In 1973, Brian Shul was an Air Force T-28 pilot advising the Thai Air Force when his airplane was shot down over Cambodia. He suffered catastrophic burns and spent over a year in the hospital, with numerous experts telling him he would never fly again. He was determined to prove them wrong.
Two days after being released from the hospital, Brian was back flying Air Force fighter jet aircraft. He went on to fly the A-7D, and was then selected to be a part of the first operational A-10 squadron at Myrtle Beach, SC, where he was on the first A-10 air show demonstration team. After a tour as an A-10 Instructor Pilot at Davis-Monthan AFB, Arizona, he went on to instruct at the Air Force’s Fighter Lead-In School as the Chief of Air-to-Ground Academics. As a final assignment in his career, Shul volunteered for and was selected to fly the SR-71. This assignment required an astronaut type physical just to qualify, and Shul passed with no waivers.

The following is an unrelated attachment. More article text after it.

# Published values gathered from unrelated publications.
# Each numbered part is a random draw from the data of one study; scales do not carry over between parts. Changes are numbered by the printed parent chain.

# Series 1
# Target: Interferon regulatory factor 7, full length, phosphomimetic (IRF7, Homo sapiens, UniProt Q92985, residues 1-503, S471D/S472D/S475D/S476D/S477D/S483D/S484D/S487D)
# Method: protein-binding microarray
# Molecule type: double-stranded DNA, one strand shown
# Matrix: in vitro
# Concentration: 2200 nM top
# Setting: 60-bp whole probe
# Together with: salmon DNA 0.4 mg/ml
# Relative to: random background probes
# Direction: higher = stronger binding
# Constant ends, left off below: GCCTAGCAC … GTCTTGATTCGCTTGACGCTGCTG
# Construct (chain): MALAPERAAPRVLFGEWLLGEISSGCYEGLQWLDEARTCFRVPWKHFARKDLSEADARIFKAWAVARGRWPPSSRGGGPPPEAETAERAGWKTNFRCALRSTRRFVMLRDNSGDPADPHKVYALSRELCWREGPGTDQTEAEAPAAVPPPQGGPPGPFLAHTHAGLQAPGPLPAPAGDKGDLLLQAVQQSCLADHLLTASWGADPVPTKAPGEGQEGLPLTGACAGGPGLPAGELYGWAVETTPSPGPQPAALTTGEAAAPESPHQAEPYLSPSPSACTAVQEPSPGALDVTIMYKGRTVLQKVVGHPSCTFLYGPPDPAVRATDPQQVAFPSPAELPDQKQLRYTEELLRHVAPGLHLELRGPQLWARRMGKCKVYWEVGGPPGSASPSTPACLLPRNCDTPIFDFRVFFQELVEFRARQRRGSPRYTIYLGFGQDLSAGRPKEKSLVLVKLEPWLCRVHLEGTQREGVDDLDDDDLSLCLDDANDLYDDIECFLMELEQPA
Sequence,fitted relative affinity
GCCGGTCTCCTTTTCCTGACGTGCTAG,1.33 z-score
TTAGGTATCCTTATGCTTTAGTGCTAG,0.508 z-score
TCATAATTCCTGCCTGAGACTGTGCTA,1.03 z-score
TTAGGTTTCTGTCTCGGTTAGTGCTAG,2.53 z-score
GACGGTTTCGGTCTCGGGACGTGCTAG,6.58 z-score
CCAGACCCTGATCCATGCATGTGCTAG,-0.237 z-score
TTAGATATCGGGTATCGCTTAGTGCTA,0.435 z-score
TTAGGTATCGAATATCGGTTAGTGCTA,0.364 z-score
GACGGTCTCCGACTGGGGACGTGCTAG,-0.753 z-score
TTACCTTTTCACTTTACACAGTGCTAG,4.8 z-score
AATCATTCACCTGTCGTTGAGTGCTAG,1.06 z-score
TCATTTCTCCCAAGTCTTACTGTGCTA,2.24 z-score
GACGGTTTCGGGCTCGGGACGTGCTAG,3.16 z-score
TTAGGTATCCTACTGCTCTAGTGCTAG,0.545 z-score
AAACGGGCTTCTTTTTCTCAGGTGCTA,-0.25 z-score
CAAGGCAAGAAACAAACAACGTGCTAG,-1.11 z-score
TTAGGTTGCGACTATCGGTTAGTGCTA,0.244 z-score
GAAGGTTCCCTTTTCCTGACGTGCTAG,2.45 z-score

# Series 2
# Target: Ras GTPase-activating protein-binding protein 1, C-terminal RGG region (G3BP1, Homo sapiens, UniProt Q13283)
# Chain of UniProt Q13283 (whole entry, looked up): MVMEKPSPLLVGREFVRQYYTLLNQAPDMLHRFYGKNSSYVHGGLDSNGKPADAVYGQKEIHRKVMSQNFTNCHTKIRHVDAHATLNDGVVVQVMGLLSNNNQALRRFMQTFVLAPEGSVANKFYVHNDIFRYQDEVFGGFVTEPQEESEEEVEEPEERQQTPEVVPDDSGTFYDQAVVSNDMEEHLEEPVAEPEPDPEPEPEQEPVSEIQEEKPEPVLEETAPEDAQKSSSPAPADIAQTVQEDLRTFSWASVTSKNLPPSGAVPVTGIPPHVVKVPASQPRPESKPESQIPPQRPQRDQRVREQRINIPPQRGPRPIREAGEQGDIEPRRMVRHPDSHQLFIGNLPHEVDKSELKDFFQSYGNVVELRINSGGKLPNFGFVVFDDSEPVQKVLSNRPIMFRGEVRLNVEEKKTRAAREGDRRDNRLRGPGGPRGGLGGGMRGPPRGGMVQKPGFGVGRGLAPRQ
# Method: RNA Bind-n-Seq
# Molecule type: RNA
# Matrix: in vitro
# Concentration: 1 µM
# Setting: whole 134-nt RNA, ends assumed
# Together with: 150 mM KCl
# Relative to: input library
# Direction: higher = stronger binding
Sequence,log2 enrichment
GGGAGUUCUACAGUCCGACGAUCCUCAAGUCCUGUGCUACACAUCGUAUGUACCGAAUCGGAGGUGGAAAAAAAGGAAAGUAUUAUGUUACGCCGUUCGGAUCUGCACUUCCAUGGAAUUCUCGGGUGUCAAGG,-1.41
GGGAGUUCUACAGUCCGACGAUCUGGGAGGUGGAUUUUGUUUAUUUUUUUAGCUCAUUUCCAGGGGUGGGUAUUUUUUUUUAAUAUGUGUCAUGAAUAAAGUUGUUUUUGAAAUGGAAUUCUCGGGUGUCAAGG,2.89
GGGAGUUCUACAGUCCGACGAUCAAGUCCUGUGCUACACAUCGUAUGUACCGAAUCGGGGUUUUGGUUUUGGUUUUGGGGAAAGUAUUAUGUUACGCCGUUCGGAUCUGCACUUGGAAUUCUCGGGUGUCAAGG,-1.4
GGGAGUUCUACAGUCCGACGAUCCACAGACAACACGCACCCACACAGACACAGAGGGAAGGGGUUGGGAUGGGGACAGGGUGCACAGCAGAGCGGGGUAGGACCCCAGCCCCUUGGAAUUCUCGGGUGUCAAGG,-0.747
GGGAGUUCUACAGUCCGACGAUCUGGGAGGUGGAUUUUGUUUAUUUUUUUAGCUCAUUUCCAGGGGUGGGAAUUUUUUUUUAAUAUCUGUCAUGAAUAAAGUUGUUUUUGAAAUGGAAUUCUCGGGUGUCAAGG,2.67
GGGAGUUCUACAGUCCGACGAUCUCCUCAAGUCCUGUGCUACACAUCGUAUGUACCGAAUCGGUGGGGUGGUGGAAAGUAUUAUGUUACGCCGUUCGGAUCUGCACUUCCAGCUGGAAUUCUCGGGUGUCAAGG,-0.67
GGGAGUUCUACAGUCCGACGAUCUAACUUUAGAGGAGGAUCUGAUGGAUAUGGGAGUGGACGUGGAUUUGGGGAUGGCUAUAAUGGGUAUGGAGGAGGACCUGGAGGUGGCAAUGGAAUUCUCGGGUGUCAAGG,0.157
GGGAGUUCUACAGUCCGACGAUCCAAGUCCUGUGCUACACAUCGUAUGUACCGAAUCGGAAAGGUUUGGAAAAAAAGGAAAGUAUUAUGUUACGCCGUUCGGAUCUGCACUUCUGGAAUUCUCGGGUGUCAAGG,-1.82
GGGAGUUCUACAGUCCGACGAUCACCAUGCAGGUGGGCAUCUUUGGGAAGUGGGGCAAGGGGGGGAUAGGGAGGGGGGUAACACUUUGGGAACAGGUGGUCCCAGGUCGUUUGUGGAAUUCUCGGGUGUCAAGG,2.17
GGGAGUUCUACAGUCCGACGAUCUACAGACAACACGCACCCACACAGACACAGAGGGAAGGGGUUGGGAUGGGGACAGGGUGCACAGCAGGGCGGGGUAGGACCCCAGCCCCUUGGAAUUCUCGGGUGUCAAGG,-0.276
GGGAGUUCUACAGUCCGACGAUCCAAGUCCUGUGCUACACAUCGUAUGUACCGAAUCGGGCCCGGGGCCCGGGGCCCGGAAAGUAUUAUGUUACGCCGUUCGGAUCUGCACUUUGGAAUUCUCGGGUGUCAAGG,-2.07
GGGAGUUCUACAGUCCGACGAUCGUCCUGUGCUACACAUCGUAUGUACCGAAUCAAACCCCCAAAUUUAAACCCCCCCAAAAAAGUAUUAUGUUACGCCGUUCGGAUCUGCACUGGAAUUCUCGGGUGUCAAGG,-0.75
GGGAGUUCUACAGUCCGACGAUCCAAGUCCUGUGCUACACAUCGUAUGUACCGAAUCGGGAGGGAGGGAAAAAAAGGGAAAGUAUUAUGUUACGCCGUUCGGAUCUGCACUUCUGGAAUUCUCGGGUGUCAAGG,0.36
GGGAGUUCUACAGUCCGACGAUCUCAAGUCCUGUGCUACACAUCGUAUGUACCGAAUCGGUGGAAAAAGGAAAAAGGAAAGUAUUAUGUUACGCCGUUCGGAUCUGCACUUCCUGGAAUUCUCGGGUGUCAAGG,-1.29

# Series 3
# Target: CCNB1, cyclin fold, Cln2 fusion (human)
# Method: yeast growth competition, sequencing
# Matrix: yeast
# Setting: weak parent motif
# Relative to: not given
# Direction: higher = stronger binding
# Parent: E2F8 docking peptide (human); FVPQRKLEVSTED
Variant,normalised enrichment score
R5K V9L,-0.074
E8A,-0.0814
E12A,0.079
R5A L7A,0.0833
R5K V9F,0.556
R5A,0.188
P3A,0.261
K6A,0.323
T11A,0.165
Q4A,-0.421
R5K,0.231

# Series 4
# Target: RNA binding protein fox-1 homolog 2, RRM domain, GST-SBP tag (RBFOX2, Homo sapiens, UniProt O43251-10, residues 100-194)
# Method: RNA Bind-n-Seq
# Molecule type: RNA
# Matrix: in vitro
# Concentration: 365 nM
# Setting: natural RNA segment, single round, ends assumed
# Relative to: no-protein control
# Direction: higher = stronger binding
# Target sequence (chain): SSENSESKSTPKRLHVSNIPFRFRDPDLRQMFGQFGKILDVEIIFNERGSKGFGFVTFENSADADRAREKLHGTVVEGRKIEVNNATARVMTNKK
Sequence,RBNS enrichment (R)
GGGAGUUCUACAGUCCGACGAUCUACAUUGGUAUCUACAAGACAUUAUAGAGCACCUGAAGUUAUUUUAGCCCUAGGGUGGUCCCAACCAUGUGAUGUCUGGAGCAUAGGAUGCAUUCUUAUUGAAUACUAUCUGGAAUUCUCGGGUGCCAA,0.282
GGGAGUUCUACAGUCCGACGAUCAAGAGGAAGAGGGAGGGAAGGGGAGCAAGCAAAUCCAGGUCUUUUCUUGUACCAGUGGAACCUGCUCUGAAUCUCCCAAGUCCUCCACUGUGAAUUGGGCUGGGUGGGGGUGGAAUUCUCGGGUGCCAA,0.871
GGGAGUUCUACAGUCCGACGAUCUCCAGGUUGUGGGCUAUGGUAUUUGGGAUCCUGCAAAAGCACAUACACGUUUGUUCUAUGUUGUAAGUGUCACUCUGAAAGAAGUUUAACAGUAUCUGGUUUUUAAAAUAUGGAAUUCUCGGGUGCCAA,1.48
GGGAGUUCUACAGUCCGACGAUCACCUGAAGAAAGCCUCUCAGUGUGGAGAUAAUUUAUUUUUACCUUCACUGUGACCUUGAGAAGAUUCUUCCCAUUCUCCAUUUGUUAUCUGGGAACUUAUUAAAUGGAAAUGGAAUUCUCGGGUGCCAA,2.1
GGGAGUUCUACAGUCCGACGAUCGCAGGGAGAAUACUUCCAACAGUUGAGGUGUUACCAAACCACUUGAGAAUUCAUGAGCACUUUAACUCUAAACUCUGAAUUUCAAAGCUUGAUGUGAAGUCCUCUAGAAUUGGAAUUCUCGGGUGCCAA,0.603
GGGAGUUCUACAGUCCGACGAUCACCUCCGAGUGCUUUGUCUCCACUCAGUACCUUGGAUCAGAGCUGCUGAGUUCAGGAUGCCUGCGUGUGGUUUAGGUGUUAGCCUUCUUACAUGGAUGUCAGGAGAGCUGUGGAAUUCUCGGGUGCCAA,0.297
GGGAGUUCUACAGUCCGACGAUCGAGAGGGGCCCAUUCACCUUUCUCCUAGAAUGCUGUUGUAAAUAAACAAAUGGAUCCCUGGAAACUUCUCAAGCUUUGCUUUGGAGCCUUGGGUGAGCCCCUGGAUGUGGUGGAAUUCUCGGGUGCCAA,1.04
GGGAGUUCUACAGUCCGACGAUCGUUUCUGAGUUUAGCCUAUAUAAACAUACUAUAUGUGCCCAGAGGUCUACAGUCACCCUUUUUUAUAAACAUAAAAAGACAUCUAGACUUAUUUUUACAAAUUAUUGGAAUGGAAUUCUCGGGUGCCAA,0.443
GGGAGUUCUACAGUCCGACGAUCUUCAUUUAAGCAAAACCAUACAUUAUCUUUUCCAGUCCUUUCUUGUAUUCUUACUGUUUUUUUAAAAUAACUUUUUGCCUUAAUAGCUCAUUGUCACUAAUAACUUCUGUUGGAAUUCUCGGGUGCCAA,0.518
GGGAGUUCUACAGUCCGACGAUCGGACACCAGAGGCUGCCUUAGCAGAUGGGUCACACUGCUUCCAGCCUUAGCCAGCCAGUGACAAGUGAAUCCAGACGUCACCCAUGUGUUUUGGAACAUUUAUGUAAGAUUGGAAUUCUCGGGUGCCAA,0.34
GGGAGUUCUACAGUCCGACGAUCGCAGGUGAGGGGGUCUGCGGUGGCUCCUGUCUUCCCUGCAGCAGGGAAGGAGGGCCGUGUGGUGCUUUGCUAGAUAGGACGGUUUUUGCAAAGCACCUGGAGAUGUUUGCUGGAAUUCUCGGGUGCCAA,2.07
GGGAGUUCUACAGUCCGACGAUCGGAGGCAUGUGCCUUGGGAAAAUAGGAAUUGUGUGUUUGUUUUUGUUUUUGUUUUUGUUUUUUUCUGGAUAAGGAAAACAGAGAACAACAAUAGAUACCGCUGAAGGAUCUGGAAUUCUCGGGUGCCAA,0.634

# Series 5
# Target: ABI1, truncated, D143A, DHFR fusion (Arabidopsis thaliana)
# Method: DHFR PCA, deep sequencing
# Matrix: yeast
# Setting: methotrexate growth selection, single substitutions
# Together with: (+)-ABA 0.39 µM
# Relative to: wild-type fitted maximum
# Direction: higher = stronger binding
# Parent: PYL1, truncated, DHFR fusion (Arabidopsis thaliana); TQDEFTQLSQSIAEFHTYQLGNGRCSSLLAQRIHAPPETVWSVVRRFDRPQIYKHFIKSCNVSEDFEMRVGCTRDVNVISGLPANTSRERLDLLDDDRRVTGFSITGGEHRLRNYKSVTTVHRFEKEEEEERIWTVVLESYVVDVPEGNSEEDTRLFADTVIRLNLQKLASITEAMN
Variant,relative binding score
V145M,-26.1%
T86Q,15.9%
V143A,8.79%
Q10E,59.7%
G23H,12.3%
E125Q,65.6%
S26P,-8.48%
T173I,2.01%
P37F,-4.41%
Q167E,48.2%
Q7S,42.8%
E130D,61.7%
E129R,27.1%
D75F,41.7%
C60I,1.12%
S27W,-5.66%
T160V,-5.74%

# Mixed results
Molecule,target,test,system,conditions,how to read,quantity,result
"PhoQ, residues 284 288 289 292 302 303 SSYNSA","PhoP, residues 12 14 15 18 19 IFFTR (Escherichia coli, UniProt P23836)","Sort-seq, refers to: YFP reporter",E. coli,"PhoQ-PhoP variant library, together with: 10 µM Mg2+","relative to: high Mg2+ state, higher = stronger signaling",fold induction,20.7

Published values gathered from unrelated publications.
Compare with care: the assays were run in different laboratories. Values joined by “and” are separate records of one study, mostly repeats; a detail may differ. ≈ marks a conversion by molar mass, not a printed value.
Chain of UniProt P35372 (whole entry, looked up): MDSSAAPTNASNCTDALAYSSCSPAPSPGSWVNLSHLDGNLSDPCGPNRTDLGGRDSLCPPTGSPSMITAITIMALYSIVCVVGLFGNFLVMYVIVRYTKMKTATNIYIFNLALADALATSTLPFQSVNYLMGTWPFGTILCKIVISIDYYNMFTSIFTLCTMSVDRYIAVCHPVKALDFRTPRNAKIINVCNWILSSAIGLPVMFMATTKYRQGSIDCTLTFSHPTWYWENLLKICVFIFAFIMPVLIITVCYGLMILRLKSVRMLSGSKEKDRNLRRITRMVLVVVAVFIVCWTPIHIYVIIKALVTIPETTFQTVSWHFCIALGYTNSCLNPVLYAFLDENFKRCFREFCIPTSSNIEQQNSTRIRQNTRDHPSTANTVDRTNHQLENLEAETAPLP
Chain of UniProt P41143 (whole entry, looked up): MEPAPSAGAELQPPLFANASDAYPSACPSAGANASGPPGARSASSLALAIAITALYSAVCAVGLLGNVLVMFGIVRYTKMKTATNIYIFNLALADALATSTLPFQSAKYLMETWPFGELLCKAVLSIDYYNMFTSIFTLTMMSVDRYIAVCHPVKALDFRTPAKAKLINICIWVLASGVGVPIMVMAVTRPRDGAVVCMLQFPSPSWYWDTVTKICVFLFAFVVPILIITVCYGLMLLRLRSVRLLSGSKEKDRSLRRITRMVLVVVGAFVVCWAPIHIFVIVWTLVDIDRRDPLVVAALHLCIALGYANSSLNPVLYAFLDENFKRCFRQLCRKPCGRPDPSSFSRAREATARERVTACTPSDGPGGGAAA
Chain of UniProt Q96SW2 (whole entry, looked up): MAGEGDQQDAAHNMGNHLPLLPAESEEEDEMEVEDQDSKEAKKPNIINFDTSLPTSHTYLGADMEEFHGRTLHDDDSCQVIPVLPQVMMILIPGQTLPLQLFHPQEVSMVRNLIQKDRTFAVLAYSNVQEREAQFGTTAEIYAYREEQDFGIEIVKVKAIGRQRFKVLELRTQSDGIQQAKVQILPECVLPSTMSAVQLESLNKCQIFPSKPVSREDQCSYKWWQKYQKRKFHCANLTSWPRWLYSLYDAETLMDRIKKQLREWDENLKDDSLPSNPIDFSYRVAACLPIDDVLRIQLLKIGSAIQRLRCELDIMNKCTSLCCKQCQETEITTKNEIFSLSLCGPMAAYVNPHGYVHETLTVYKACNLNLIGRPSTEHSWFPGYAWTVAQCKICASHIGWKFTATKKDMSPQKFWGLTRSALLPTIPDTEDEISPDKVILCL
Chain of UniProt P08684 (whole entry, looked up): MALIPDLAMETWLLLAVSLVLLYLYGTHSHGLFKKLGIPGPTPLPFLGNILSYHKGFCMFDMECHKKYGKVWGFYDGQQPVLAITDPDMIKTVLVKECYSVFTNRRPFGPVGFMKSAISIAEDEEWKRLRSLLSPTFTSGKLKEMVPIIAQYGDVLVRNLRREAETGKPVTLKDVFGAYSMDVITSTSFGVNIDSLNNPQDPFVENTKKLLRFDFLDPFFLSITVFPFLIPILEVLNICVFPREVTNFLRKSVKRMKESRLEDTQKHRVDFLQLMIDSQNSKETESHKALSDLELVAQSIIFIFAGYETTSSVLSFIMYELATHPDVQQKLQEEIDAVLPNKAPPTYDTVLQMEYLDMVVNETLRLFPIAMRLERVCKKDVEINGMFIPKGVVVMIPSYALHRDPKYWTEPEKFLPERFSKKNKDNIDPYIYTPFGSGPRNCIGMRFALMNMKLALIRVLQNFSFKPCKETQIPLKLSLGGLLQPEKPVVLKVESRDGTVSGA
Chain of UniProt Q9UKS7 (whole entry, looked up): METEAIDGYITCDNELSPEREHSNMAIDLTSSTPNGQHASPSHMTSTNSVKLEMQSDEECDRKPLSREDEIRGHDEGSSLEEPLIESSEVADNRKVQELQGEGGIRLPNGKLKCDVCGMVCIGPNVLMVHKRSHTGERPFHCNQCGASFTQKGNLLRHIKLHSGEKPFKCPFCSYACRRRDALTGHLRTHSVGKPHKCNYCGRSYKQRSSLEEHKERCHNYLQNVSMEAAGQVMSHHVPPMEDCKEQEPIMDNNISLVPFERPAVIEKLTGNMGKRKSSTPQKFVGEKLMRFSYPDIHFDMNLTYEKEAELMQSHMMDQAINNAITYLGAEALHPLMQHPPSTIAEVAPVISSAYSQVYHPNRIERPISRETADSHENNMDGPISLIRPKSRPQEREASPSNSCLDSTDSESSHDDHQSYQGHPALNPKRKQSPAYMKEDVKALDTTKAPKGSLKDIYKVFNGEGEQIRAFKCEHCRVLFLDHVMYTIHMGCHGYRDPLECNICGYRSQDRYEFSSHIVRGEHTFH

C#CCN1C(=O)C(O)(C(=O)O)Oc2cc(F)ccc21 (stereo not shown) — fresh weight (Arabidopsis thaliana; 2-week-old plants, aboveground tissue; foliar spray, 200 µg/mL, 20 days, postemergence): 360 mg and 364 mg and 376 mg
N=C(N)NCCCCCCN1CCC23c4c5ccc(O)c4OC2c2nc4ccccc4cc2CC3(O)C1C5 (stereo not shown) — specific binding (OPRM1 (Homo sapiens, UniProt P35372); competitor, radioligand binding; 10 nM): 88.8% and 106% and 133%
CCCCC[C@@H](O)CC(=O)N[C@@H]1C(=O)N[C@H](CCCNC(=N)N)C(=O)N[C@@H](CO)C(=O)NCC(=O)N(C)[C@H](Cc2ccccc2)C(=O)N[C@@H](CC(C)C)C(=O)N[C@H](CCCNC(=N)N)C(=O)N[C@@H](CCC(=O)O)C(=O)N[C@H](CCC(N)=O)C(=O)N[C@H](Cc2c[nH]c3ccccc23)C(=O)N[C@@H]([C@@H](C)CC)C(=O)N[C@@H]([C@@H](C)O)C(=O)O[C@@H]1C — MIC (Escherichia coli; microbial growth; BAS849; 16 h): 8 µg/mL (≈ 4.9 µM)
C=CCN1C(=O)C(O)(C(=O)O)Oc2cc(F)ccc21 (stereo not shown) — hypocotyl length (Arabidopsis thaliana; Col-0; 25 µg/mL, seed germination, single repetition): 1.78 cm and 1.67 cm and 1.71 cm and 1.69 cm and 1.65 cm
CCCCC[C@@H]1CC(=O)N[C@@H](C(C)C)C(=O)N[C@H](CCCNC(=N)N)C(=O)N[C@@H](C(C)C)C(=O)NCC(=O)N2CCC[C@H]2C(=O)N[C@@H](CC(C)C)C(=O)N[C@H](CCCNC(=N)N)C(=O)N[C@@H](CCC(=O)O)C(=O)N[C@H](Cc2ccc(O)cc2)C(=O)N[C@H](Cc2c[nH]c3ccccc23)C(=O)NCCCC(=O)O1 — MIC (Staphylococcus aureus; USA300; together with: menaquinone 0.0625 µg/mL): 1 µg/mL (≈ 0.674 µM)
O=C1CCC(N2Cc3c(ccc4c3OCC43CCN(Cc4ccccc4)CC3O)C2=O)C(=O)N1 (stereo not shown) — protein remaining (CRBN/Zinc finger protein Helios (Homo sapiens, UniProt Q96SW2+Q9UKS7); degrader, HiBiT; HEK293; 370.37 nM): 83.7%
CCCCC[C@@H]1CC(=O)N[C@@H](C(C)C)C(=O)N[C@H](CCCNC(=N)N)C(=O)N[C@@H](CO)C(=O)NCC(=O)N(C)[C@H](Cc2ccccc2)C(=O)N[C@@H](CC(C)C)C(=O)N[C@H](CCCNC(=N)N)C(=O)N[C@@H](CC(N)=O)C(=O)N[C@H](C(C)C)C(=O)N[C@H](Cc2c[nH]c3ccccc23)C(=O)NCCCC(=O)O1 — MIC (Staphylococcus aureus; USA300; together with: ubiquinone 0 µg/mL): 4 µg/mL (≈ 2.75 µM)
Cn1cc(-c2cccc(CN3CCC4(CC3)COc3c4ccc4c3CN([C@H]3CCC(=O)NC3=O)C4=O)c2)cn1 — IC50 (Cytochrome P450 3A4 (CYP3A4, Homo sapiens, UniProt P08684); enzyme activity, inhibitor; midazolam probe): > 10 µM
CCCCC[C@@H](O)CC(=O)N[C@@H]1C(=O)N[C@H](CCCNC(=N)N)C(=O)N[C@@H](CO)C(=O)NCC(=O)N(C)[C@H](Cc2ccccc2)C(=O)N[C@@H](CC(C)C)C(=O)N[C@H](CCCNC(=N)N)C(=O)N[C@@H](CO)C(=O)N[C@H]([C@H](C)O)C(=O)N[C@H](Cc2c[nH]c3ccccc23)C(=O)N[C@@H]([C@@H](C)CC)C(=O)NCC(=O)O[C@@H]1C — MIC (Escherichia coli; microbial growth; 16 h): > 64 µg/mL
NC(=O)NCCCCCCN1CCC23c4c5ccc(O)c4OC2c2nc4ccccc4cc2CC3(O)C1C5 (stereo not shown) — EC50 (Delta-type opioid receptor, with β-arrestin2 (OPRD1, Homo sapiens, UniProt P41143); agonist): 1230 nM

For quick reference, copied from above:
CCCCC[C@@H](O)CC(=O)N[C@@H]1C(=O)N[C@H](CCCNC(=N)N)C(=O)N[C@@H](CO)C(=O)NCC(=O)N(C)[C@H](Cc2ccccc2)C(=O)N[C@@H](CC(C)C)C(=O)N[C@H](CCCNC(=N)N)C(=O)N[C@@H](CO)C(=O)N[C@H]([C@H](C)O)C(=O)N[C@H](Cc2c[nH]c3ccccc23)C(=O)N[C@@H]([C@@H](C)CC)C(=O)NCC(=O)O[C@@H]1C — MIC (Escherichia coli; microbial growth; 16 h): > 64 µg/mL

He started taking photographs of the SR-71, and since retiring has published two books of SR-71 photos and information, and then turned his attention to photographing birds and nature.
His "speed check" story is the most-repeated story in all of aviation.